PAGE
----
In nursing, we talk about progressing from novice to expert. I remember my feelings as a new nurse, of being overwhelmed by the many things that I didn’t know. Over time, I became comfortable in my growing knowledge. I developed skills, learned about diseases and treatments, and adapted to the politics of my particular unit and the people in it.
After eight years, I’m opening myself to those feelings again as I switch from inpatient oncology nursing to outpatient practice.
Reasons to Change a Career Focus
It’s hard for me to articulate why I decided to make a change, exactly. Sure, on the surface, the regularity of an outpatient nurse’s schedule is deeply appealing. No more nights! No weekends or holidays! Who wouldn’t choose that?
My new job is in a unit that specializes mostly in phase I clinical research for cancer therapies, and the work excites me. Before, I could only support my patients through the ravages of cancer; now, I am actively involved in finding new ways to fight it.
Also, my new patients have access to potentially groundbreaking therapies and come of their own volition. They walk in wearing their own clothing, and we engage in relatively normal human interaction: we talk about kids and traffic and the weather. It’s a stark contrast to the many inpatients who are too sick to be anywhere else.
And I must admit that part of me was tiring of inpatient nursing. The physical demands of shift work are grueling, such as the stresses of constantly turning and toileting patients. And while I think I have a reasonably high tolerance for rude, demanding, or contemptuous people, I have felt my patience pushed to the limit at times and worried that I didn’t have the reserves of kindness I once did as a shiny, brand-new nurse.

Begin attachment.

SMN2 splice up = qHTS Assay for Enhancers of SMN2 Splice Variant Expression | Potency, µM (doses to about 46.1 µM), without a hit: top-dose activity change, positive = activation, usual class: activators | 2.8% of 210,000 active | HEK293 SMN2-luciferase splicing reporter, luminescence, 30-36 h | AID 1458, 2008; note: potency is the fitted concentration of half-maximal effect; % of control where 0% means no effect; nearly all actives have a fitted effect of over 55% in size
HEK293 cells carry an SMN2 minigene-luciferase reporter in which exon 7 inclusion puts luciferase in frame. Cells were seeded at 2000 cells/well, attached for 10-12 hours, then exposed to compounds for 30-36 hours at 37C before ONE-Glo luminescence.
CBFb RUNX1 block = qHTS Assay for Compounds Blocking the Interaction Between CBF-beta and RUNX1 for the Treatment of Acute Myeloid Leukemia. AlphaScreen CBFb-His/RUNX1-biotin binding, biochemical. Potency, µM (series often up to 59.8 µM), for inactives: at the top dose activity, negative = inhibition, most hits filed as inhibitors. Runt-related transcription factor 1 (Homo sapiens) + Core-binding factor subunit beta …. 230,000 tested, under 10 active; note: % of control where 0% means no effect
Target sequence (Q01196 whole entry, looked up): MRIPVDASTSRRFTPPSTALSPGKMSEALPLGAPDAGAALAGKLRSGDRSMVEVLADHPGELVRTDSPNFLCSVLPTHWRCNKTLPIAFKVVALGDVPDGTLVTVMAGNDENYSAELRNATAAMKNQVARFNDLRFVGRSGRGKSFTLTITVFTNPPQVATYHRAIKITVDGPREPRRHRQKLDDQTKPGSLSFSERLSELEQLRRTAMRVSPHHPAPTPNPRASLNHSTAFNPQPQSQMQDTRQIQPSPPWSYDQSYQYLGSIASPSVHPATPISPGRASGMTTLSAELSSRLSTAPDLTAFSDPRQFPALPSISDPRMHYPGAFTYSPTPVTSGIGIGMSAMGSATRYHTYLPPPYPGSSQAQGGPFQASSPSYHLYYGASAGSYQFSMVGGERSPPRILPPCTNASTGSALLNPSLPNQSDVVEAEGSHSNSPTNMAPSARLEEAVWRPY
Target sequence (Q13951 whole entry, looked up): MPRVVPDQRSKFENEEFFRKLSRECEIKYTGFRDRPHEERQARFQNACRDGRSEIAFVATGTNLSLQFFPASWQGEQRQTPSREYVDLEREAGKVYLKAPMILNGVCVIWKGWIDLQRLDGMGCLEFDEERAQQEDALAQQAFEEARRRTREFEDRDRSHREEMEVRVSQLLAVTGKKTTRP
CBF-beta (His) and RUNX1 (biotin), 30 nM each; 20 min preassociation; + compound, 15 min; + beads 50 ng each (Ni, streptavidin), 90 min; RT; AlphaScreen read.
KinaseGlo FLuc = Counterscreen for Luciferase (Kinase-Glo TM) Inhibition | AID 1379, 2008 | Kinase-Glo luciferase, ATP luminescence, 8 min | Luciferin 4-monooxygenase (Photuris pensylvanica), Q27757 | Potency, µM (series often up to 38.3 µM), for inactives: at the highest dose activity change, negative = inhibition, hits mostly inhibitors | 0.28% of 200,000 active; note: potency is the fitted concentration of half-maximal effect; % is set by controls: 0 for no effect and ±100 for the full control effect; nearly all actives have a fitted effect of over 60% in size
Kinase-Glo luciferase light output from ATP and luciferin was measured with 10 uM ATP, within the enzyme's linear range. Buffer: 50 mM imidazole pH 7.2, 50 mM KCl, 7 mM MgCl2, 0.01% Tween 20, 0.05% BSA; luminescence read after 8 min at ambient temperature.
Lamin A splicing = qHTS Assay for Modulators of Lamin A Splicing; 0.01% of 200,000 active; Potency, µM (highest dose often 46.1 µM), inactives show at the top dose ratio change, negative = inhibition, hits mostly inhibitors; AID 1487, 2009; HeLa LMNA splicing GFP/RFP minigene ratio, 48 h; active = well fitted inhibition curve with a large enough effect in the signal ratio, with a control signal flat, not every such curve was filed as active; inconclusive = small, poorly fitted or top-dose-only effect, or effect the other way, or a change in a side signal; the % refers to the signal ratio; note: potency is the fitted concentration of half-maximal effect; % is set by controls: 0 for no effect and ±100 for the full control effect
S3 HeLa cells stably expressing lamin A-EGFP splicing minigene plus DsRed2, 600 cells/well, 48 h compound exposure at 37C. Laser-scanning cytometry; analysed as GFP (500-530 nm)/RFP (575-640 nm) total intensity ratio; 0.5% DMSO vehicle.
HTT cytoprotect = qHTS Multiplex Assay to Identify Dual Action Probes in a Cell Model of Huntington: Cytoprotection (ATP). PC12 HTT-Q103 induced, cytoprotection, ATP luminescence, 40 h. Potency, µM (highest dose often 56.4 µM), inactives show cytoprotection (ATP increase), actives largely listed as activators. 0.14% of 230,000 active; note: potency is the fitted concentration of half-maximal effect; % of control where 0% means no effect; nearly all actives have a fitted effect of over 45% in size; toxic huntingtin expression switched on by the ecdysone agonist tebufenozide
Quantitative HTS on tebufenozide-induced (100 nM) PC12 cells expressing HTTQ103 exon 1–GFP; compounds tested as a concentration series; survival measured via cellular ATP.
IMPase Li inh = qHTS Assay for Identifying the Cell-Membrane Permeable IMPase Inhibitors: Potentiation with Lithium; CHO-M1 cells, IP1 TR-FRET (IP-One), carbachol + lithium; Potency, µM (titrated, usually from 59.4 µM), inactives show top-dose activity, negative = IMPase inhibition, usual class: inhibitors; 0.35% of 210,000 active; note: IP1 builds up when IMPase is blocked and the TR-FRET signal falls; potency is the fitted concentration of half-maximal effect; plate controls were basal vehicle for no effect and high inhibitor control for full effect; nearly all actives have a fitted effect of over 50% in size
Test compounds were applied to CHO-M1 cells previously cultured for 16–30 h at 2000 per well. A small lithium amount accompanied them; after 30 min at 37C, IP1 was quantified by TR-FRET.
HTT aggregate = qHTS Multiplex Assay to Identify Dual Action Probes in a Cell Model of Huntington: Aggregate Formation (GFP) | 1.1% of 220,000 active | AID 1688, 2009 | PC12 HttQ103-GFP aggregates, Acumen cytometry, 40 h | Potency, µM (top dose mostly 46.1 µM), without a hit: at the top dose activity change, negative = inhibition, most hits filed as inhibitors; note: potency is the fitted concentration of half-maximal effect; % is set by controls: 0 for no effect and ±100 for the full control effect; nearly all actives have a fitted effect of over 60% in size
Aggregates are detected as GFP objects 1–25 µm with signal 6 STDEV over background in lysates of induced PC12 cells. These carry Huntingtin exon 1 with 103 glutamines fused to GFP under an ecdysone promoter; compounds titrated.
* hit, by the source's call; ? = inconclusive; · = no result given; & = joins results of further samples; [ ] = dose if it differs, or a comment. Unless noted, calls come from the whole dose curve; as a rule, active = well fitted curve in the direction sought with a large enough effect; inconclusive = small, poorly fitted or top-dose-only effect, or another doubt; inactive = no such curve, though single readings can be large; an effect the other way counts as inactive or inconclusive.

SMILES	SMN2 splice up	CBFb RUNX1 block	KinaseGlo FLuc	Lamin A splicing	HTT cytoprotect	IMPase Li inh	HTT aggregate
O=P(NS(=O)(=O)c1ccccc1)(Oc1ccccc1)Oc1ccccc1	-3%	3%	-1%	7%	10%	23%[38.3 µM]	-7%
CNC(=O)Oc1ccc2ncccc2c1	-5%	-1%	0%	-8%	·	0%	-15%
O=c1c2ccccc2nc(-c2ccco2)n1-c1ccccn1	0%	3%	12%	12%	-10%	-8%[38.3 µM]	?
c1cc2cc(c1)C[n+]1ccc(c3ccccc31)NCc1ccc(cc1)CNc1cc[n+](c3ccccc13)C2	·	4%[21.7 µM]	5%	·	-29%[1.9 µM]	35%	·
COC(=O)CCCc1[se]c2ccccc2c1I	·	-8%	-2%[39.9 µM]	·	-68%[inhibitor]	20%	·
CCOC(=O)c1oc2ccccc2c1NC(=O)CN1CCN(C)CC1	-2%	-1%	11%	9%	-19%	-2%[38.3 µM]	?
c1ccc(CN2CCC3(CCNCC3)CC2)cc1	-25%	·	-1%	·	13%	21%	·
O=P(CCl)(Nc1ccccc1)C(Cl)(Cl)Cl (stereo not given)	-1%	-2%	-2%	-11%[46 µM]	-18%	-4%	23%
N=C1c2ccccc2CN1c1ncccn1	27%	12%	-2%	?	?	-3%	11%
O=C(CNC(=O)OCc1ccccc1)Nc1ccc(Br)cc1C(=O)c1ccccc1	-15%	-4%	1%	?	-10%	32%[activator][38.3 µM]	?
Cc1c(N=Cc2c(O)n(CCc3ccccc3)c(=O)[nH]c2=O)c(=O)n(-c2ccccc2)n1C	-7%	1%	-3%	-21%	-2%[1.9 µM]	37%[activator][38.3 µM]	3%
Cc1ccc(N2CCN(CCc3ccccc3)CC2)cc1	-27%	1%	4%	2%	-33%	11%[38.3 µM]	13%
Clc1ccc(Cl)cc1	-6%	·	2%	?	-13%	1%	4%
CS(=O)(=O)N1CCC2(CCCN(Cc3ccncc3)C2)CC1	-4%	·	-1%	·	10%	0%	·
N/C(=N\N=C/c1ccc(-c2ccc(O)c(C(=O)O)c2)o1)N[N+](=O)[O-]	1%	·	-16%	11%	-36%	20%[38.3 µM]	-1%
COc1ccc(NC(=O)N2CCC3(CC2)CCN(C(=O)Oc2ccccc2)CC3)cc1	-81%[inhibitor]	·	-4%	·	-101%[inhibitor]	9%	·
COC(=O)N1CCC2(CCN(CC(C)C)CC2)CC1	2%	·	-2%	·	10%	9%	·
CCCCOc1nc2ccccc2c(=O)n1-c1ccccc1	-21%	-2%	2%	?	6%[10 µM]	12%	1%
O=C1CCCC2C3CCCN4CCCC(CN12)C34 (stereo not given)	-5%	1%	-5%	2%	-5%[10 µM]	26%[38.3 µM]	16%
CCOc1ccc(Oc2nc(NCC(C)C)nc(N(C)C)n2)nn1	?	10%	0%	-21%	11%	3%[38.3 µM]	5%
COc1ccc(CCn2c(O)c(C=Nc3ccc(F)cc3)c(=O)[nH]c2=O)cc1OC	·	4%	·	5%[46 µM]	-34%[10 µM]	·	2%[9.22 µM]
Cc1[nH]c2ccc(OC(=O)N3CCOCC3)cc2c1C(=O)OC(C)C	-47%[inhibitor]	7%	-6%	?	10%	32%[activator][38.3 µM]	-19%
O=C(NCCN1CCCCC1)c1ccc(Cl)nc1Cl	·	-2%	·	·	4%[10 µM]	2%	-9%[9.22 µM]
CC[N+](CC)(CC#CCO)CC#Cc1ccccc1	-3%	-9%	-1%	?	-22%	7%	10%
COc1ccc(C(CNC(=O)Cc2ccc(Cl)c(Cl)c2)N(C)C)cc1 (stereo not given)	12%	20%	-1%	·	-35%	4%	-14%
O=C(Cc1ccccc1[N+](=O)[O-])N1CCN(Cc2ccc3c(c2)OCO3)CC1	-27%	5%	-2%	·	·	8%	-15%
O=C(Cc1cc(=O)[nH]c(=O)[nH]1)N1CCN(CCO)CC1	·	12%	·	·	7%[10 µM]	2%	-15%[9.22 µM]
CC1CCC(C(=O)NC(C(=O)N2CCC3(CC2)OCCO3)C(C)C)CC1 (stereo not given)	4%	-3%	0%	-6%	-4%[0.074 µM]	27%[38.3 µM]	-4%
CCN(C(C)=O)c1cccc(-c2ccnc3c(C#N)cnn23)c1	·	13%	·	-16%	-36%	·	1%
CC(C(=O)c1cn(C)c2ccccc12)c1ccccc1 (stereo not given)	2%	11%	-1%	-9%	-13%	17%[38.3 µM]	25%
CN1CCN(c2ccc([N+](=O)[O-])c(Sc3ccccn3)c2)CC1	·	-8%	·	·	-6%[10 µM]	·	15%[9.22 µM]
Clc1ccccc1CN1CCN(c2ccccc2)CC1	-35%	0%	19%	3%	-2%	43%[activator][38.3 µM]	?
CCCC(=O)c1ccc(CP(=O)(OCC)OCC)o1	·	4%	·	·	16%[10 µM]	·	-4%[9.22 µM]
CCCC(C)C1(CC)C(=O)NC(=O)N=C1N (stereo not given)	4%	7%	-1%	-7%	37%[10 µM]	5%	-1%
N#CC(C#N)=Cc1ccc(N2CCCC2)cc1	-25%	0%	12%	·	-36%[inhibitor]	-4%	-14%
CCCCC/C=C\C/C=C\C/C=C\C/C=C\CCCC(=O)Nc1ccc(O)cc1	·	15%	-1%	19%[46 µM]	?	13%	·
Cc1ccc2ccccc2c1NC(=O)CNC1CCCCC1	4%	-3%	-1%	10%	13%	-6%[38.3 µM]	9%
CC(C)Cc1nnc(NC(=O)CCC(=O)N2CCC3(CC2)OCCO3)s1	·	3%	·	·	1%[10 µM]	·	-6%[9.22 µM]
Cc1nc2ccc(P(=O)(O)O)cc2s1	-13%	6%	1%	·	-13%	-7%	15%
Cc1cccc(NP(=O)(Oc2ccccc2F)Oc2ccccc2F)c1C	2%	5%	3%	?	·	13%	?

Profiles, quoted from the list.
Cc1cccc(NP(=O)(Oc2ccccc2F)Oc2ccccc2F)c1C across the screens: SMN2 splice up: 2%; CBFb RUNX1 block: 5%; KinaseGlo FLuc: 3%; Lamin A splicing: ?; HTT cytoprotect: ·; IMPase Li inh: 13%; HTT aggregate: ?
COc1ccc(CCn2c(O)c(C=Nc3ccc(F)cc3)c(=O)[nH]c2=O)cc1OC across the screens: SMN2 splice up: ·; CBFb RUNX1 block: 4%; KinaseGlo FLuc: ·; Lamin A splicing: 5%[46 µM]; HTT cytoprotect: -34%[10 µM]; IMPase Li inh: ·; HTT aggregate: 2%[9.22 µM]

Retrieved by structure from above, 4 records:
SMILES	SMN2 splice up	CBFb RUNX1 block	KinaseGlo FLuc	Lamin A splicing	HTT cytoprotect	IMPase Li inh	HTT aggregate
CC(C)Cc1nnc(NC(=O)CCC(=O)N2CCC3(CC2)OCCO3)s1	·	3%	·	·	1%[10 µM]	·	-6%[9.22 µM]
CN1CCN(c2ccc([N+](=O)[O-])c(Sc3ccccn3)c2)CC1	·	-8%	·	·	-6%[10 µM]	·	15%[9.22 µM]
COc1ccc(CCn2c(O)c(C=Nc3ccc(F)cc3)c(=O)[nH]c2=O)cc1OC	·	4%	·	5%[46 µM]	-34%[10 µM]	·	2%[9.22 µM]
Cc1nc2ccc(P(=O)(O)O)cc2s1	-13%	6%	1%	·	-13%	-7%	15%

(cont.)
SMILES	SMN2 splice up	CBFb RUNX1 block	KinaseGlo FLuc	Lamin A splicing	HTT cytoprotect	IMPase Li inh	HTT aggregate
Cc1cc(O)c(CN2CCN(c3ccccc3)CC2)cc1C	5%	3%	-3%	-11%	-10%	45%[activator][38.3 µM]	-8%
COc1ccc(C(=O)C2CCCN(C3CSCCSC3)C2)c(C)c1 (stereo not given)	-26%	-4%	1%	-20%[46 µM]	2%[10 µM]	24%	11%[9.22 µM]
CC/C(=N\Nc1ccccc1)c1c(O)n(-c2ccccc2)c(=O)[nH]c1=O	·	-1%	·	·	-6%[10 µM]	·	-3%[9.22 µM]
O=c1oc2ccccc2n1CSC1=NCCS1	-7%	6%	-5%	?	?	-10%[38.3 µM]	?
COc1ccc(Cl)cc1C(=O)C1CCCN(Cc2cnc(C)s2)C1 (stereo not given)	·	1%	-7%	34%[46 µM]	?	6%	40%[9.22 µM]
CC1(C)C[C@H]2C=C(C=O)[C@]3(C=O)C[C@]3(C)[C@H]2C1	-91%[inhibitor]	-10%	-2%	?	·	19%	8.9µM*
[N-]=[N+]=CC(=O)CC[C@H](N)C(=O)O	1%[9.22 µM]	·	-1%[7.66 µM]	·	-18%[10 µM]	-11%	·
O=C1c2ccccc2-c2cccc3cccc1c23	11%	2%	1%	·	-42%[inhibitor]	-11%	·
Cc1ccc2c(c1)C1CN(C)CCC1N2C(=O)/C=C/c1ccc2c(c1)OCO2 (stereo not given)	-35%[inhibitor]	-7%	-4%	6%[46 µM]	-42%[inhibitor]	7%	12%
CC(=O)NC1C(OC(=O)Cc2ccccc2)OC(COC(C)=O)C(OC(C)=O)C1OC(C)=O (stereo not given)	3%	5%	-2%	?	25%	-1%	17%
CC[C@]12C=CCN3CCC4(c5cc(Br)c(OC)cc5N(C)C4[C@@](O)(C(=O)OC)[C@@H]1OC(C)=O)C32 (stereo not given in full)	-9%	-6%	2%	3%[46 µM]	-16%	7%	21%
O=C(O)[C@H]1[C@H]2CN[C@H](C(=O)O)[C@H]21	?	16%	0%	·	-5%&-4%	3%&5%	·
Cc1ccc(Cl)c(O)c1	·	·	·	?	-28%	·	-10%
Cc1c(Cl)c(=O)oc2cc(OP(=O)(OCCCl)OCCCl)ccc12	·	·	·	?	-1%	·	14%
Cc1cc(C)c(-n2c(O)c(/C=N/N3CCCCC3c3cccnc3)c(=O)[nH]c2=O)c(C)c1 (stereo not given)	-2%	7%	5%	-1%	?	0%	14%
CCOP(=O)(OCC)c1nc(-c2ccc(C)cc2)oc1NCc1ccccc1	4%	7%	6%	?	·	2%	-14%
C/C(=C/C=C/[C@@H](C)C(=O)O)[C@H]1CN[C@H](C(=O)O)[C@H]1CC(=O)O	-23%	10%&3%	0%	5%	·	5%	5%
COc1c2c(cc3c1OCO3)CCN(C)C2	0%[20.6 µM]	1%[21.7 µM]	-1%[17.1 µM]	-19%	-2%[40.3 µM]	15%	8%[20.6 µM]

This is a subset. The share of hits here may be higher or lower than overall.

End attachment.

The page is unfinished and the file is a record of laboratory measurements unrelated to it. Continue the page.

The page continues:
Let Hope Overcome Doubt
Now that I am settling into my new role as an outpatient nurse, I’ve started to wonder: have I made the right decision?
I find myself mourning my old role as an inpatient oncology nurse and the loss of that part of my identity. I miss my inpatient coworkers. I miss the intensity. I miss the way the patients needed so much and how special it felt to be in the unique position to make their time better. I also miss the feeling of knowing what I was doing.
Most nurses have a fluid transition from novice to expert; that was disrupted and I am new again in so many ways. The robust knowledge base I built during my inpatient career feels like only a starting point for a whole new world of phase I research. My new work requires tremendous attention to fine detail. And I’m in a unit full of new faces, names, and roles, whose interplay I have not fully deciphered.
Of course, doubts like mine are totally normal. And I know I must sit with those uncomfortable feelings until I find my feet in this new environment. Hope is leading me through that process.
I hope I come to love this work, as I’d loved being an inpatient nurse. I find hope in talking with my new colleagues about their patients. Their faces light up. They brag about how many years they’ve known them. They talk happily about celebrating milestones; they grieve when a treatment stops working. And I realize how special this type of relationship is, even if it lacks the acute intensity of the inpatient connection. Knowing a patient longitudinally provides a different window into the human experience, a bond that strengthens with time. What a gift it must be, to watch a patient’s life over years, share in their hopes and dreams, and ride out the ups and downs with them.
I’m going to embrace this chance to see for myself.